WELLS et al. v. UNION OIL CO. OF CALIFORNIA.
Plaintiff brought this action for declaratory relief and an accounting. The controversy arose over the terms of an oil lease executed in April, 1919. It concerned the legal liability of the parties to pay local improvement assessments levied on leased lands. The trial court held such assessments payable by plaintiffs and they have appealed.
The determination of this issue depends on the interpretation to be placed on paragraph 8 of the oil lease which provides as follows:
“Taxes: The Lessee (defendant) shall, during the term of this lease, pay all taxes which may be levied upon or assessed against the buildings, machinery, tools, tanks or other personal property for improvements placed upon the demised lands by the Lessee, or oil or its kindred product stored on said land by the Lessee, and not belonging to the Lessors; and said Lessee shall pay five–sixths (5/6) of all taxes which may be levied or assessed against the land covered by this lease, during the term of this indenture, in excess of the taxes levied or assessed for the year 1918, against said land, in so far as the said excess is caused by the production of oil, gas or other hydrocarbon products from said land under this lease. In determining whether such excess is due to the oil and/or gas value thereof, the assessed value of the lands in the same general territory and of similar character (but not leased or operated for oil or gas) shall be considered. All other taxes upon said land, and all special assessments and taxes upon oil or improvements or personal property owned by the Lessors (plaintiffs), or upon improvements or other personal property of the Lessors shall be paid by the Lessors.”
Subsequent to the execution of the lease, the land was included within an improvement district organized under the Mattoon Act. St.1925, p. 849. Plaintiffs maintain that defendant should pay five–sixths of the “Special Assessment Taxes” levied to pay the costs of the improvements made in this district.
It is admitted that if these assessments are taxes and not special assessments, defendant should pay all or at least its proportion of the cost of the improvements. If they are not taxes, but special assessments, they should be paid in their entirety by plaintiffs.
The distinction between taxes and special assessments has been clearly made by the courts of California. A tax is a charge placed upon all property, real and personal, lying within a given district or political subdivision. A local assessment is a charge placed upon lands within a given district to pay the benefits which the respective parcels of land derive from a local improvement. Holley v. County of Orange, 106 Cal. 420, 39 P. 790; Los Angeles County Flood Control Dist. v. Hamilton, 177 Cal. 119, 169 P. 1028; Anaheim Sugar Co. v. County of Orange, 181 Cal. 212, 183 P. 809. Strictly speaking, a local improvement assessment is not a tax at all.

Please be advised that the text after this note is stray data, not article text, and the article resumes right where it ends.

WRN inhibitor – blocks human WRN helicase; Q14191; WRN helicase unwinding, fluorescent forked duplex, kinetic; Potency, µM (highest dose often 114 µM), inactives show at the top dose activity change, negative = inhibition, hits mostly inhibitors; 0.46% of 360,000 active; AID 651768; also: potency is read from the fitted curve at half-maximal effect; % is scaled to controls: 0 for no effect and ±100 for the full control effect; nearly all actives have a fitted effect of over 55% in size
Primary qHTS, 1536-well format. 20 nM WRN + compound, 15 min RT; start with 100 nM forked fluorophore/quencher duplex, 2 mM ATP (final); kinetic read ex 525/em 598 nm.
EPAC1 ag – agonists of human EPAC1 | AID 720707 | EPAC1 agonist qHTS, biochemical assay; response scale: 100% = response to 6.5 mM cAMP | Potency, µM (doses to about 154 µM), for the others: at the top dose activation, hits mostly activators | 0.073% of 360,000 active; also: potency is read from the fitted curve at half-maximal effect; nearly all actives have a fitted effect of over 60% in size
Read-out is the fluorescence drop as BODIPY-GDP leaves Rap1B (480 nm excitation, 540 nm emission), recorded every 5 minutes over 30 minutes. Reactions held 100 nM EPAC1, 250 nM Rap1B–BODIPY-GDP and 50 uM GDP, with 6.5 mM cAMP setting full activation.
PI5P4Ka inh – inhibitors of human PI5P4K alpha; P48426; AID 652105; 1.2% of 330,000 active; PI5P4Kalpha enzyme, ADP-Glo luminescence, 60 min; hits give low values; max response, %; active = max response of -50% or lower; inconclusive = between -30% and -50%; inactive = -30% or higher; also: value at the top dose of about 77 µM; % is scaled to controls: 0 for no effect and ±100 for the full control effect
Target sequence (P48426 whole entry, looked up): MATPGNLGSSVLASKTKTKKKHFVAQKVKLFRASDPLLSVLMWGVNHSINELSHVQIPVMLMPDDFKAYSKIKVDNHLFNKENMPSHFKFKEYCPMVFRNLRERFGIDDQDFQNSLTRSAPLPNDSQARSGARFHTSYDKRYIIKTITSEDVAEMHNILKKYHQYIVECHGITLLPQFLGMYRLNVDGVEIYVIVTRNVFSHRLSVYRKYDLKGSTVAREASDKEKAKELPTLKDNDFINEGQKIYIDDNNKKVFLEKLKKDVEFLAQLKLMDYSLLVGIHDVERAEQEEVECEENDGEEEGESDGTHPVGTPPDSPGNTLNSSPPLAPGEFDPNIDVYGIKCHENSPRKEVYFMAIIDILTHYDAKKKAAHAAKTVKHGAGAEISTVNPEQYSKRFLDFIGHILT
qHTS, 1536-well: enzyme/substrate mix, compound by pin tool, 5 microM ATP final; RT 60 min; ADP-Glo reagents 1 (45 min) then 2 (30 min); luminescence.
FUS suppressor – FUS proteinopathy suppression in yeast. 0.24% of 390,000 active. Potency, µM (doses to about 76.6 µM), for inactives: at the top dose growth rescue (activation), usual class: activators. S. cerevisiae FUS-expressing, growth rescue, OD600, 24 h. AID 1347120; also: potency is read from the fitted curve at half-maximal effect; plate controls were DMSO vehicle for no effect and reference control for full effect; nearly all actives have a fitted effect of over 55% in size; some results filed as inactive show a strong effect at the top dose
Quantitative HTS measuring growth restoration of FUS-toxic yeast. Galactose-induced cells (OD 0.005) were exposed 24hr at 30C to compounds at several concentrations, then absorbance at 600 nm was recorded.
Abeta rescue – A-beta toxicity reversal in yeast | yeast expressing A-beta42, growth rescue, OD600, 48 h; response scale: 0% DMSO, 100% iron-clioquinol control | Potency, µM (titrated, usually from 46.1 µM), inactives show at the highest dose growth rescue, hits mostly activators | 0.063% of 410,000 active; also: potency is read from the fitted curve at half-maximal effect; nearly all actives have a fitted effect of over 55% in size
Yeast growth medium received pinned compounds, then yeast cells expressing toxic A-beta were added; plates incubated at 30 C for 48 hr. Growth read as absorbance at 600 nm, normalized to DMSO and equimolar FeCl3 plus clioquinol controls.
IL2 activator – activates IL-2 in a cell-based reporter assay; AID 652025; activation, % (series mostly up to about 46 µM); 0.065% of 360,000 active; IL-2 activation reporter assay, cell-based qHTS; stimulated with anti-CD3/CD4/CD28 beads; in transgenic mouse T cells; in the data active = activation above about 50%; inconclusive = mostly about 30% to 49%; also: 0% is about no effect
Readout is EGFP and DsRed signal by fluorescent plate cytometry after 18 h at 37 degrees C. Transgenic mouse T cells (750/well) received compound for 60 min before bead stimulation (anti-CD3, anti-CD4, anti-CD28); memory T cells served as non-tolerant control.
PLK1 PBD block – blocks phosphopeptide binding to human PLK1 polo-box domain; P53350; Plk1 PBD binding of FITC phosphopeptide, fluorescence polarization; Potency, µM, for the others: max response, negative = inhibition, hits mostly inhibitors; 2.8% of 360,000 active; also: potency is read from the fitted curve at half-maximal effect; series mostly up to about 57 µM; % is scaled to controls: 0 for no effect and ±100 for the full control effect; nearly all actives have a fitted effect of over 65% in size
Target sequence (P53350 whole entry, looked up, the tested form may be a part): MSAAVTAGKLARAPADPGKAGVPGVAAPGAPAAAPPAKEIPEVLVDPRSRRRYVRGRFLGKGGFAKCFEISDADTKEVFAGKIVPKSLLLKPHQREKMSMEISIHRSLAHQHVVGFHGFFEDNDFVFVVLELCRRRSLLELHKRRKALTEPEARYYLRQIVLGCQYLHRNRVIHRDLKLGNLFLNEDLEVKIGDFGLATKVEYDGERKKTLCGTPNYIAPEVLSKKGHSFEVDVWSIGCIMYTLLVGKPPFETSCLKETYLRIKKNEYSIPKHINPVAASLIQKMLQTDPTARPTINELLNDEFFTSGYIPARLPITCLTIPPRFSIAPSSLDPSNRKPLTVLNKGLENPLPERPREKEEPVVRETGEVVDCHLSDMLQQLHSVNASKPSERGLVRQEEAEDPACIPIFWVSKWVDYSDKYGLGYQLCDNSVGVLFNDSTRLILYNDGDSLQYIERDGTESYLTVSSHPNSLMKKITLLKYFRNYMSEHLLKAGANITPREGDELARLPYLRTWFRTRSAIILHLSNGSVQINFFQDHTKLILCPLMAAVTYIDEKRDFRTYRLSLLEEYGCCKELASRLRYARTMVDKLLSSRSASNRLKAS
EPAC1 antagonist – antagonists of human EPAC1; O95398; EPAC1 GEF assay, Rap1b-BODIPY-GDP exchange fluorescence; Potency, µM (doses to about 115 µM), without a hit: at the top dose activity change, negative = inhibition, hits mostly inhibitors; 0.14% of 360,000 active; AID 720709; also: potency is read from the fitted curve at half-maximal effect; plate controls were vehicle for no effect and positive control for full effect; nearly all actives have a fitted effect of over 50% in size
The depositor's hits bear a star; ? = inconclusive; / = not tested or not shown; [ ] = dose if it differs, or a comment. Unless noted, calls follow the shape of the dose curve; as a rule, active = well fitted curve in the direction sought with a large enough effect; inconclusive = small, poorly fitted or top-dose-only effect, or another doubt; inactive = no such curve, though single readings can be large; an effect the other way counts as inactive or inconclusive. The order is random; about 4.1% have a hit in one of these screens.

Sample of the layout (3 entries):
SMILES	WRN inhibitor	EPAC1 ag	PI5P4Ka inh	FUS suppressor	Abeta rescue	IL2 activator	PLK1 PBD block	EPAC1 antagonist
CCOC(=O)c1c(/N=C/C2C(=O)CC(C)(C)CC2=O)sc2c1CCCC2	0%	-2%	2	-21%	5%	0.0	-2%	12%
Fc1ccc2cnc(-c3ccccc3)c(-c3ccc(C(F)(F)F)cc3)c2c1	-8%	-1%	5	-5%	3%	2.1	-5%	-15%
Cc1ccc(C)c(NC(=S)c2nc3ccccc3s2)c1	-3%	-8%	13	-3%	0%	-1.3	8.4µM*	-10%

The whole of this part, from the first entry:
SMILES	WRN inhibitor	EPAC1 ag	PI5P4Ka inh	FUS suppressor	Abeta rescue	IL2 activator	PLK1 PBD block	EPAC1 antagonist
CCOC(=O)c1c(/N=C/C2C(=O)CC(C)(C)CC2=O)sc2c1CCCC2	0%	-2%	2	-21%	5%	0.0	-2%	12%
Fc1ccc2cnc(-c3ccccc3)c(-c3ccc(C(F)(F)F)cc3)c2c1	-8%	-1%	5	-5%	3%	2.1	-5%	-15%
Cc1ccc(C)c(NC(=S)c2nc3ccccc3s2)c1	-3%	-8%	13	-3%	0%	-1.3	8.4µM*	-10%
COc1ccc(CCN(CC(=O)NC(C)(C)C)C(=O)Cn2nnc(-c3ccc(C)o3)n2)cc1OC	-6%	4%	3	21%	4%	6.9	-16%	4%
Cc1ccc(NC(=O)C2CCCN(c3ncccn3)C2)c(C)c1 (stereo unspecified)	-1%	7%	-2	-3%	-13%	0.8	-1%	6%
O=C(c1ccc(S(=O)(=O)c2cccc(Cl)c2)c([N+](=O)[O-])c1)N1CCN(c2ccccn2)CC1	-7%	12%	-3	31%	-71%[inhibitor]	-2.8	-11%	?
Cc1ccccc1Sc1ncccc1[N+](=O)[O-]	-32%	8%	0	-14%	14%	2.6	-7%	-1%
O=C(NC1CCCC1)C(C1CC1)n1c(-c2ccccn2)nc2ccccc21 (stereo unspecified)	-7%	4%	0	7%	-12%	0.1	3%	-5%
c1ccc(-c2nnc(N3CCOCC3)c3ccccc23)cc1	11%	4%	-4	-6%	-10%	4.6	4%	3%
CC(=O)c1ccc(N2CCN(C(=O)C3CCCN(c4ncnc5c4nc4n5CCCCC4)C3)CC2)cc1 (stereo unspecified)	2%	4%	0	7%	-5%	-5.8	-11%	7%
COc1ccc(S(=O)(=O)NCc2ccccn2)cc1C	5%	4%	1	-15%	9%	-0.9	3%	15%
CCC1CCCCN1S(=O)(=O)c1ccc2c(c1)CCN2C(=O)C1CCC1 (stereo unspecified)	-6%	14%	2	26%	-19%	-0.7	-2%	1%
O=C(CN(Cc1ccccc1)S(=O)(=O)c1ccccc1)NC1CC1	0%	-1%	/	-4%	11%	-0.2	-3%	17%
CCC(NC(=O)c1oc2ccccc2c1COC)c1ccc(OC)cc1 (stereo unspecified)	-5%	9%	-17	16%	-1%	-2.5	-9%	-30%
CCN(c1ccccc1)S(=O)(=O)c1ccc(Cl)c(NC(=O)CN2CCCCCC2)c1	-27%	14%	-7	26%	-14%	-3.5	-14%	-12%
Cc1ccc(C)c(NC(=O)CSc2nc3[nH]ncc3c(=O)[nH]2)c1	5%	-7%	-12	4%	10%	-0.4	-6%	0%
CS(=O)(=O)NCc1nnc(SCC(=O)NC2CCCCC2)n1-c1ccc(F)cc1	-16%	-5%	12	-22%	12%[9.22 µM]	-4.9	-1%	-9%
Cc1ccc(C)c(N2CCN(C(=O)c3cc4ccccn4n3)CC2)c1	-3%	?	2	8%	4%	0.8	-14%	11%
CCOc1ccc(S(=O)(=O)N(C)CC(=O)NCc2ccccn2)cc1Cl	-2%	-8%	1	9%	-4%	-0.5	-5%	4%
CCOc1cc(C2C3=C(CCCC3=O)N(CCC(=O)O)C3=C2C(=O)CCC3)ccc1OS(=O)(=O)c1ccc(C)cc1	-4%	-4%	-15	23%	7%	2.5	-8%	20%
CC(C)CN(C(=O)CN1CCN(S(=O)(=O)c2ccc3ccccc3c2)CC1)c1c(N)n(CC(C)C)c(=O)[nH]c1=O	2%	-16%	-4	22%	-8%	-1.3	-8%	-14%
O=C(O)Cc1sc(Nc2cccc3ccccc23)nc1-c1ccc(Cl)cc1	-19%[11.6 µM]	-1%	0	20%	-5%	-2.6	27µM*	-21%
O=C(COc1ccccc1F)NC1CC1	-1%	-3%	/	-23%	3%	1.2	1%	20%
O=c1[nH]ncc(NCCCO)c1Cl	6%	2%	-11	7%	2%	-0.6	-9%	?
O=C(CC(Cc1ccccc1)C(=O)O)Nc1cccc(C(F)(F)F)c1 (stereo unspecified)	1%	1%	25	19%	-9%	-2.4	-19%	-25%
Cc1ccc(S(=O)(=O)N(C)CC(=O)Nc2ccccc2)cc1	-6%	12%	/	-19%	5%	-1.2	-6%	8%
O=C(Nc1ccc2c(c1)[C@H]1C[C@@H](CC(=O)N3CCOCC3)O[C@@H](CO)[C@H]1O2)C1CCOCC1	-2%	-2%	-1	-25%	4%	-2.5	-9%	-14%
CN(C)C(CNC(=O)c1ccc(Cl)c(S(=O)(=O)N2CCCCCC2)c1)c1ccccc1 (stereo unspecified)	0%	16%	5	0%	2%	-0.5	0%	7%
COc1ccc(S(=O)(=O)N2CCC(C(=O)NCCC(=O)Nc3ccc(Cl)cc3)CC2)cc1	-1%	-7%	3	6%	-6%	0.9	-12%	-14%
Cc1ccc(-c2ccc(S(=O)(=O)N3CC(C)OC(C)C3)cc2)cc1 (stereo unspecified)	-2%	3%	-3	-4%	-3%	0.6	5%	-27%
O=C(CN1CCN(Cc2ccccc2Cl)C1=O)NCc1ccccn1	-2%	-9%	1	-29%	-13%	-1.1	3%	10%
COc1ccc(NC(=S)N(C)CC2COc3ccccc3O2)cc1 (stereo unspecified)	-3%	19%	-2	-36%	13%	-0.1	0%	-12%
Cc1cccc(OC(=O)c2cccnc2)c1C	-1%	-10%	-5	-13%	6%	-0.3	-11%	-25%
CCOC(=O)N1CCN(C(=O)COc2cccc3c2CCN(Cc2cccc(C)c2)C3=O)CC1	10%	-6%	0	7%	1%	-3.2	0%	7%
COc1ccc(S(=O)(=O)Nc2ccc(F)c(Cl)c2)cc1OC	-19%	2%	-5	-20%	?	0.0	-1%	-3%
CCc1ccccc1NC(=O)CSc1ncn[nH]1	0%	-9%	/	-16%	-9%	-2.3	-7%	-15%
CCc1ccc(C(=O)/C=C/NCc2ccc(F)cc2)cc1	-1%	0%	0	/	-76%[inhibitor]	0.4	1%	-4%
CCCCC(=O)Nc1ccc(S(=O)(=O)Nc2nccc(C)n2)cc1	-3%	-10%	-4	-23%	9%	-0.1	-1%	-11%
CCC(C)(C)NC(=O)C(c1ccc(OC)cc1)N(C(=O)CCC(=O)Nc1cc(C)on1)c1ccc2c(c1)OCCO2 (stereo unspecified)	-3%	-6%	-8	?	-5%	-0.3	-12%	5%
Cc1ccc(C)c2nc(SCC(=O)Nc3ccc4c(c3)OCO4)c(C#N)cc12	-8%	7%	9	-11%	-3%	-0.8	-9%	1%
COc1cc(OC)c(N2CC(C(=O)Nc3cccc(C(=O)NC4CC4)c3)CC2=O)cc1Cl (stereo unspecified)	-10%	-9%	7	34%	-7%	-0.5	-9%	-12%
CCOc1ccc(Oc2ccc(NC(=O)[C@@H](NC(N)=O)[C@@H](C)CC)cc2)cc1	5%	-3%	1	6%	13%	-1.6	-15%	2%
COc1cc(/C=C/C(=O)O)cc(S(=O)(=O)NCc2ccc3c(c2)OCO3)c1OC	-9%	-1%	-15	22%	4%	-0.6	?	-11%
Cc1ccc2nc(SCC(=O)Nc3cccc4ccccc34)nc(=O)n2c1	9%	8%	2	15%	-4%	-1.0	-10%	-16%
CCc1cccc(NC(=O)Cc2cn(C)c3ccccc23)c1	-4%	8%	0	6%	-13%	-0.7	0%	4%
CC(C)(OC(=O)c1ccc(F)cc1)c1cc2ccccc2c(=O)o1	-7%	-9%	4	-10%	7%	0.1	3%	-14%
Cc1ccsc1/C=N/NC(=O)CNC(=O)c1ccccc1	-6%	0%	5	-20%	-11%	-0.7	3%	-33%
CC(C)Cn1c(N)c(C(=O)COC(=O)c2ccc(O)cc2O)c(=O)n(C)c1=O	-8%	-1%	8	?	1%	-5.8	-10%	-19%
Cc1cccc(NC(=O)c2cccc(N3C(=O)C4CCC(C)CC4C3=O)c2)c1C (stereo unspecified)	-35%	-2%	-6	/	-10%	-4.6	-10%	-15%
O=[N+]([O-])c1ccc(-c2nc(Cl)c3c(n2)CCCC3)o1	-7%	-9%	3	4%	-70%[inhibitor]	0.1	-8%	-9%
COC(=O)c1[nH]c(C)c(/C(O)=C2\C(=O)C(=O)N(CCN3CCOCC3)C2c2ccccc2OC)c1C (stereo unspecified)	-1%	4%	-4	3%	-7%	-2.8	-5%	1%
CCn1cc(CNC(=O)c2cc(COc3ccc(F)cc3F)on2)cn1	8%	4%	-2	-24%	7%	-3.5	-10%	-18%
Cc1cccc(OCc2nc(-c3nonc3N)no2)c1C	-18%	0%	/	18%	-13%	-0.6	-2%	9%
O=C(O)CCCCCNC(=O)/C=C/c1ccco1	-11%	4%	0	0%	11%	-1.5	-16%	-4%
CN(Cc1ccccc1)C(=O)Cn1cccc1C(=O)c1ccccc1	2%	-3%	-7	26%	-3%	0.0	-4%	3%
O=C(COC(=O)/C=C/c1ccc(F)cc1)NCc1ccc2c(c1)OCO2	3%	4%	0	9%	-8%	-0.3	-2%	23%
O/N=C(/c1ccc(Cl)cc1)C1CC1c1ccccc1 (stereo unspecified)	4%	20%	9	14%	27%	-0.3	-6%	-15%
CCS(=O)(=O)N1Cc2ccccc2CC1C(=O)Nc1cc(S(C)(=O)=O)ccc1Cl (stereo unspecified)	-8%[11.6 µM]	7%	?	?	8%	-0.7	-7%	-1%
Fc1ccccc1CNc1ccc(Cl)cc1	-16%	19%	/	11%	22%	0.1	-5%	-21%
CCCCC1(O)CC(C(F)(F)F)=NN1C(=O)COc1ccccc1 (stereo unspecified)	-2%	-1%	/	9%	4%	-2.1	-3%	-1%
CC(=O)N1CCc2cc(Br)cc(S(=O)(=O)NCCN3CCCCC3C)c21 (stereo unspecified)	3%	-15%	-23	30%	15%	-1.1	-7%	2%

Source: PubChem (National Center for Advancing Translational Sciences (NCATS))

It is clear from the provisions of the Mattoon Act, §§ 3 and 4, pp. 853, 854, that the assessments to be levied to pay the cost of the improvements are laid upon the land and not upon personal property within the district. From this it follows, under the decisions just cited, that the levies here in question are not taxes but assessments for local improvements.
To escape the results of this conclusion, plaintiffs urge that as an oil lease is now held to be an interest in real property (Callahan v. Martin, 3 Cal.2d 110, 43 P.2d 788, 101 A.L.R. 871; Dabney v. Edwards, 5 Cal.2d 1, 53 P.2d 962, 103 A.L.R. 822) and as local improvement assessments are levied on the land, defendant should be required to pay its part of the assessments. This argument overlooks the provisions of the last sentence of the paragraph of the lease we have quoted. That sentence places on the lessors the obligation of paying “all special assessments.” This language is clear and does not permit of judicial interpretation or explanation by parol. Security First National Trust & Savings Bank v. Loftus, 129 Cal.App. 650, 19 P.2d 297. As the parties have made their own contract, they are bound by its terms. The courts cannot rewrite the clear terms of a lawful contract. Boyer v. United States Fidelity & Guar. Co., 206 Cal. 273, 274 P. 57. It follows that as plaintiffs have contracted to pay “all special assessments” levied, and as the levies under the Mattoon Act here in question are special assessments and not taxes, plaintiffs must pay them.
Plaintiffs have attempted to appeal from the order denying their motion for new trial. Such an order is not appealable. Section 963, Code Civ.Proc., as amended by St.1933, p. 2472.
The attempted appeal from the order denying motion for new trial is dismissed. The judgment is affirmed.
We concur: BARNARD, P. J.; JENNINGS, J.